93,421,835 (July 2014 est.)- country comparison to the world: 15
0-14 years: 24.3% (male 11,946,656/female 10,800,602)
15-24 years: 17.8% (male 8,598,360/female 8,023,377)
25-54 years: 44.8% (male 20,983,638/female 20,861,243)
55-64 years: 7.4% (male 3,149,494/female 3,763,309)
65 years and over: 5.6% (male 2,034,721/female 3,260,435) (2014 est.)
urban population: 31% of total population (2011)
rate of urbanization: 3.03% annual rate of change (2010-15 est.)
Major urbanised cities
Ho Chi Minh City 6.405 million; HANOI (capital) 2.955 million; Haiphong 925,000; Da Nang 834,000 (2011).
GDP per capita
$4,000 (2013 est.)- ...view middle of the document...
-The sales of McDonald’s shows the strong growth of the Vietnamese market, Andy Ho said.
-Vietnam is a market with great potential for European investors thanks to its young population, high consumption demand and high economic growth rate.
Bob Goldin, an analyst at Technomic, says Vietnam is an obvious hotspot. “Vietnam would be a highly attractive market for McDonald's due to its growing affluence, younger population, their increasing orientation towards certain aspects of Western culture,” Goldin says.
-Vietnam's per capita income rose to $1,550 in 2012 from $1,000 in 2008, according to World Bank estimates, and inflation has stabilised.
-There was also lingering anti-American sentiment. In fact, the restaurant was banned from Hanoi in the mid-1990s. But that has changed.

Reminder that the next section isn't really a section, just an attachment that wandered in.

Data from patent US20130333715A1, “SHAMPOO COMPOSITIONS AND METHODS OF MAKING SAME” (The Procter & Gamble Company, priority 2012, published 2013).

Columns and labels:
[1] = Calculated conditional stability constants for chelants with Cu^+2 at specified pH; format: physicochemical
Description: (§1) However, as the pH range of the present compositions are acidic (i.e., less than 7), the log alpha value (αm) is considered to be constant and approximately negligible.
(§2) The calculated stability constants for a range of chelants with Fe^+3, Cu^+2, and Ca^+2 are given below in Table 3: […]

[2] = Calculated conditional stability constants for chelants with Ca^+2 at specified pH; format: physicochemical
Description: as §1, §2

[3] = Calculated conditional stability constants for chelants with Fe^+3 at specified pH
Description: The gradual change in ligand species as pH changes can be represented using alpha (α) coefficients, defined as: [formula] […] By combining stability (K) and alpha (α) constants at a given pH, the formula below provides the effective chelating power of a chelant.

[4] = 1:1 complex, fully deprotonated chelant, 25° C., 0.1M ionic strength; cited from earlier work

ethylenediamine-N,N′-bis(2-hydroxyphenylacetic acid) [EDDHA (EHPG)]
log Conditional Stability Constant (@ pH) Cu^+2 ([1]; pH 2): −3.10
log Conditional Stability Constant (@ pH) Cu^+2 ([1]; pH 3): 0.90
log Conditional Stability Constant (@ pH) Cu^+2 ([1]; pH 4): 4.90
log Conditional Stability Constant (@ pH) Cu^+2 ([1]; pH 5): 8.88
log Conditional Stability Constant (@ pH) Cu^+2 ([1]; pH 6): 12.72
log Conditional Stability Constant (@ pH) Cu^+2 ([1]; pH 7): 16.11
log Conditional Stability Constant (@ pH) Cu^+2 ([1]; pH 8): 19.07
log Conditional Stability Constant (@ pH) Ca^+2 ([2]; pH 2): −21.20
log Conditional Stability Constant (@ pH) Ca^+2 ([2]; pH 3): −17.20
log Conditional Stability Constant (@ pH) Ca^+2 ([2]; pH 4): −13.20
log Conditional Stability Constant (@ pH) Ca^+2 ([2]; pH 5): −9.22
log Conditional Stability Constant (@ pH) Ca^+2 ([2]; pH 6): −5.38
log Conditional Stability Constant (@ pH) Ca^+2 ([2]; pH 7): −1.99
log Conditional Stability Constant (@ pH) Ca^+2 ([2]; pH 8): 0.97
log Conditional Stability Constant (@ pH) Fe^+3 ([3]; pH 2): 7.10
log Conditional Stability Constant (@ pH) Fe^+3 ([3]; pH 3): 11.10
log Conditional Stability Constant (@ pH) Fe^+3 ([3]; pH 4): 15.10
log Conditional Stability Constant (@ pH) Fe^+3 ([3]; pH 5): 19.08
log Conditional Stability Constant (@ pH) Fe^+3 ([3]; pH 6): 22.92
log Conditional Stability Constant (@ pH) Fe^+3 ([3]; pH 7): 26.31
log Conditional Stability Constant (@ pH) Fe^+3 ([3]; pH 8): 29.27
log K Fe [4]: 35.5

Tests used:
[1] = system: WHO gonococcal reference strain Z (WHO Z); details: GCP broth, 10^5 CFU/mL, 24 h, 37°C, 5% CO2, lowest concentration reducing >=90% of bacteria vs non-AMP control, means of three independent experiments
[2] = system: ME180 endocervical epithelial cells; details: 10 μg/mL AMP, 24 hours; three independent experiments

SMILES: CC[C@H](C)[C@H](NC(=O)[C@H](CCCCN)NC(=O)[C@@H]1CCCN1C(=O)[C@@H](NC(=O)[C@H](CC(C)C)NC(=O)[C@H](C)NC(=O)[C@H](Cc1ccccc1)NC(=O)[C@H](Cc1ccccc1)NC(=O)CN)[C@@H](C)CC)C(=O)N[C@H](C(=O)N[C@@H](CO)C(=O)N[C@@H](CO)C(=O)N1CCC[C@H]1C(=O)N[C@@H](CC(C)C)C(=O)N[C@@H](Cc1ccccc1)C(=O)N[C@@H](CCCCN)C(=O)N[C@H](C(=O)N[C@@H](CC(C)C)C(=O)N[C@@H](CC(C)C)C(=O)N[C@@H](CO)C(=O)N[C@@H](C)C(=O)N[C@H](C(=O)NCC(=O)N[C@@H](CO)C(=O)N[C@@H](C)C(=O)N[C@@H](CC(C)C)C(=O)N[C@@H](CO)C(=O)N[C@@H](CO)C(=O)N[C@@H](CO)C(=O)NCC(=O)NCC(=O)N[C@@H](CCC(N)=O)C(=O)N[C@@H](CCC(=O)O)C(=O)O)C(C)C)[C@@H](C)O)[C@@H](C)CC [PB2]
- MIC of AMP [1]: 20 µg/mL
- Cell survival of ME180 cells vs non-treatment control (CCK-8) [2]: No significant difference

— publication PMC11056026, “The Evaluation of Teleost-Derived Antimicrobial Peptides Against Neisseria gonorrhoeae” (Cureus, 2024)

“Sometimes I want to try something different,” Ms. Hao said, before taking a bite of her Whopper hamburger.
-Attitudes like hers — and appetites like her boyfriend’s — have made Vietnam attractive for American fast-food brands, which view the country as one of Asia’s last consumer markets with significant untapped potential, according to industry analysts.
-The latest entrant is McDonald’s, the fast-food giant, which has restaurants in more than 100 countries and will open its first Vietnam location on Saturday in downtown Ho Chi Minh City.
-Vietnam has a surging middle class, and most of its 90 million citizens were born after the Vietnam War ended, in 1975. Many young Vietnamese are insatiably curious about foreign cuisine and culture, like kebabs and K-pop, and the McDonald’s opening has been widely discussed on Vietnamese websites in recent weeks.
Why might McDonald’s have preferred to enter the market using a franchise rather than set up a company-owned store?
-It’s got a big population, the government is making it easier to enter,” said Ralf Matthaes, managing director for Vietnam and the Mekong region at TNS Global, a British market-research consulting firm, “and Vietnamese are now having that basic income level where there is not just sustainability but genuine opportunity for growth and profits.”
-McDonald’s waited a long time to open in Vietnam, given its global brand recognition and likely appeal to young Vietnamese consumers. When it did, it tagged Henry Nguyen, the...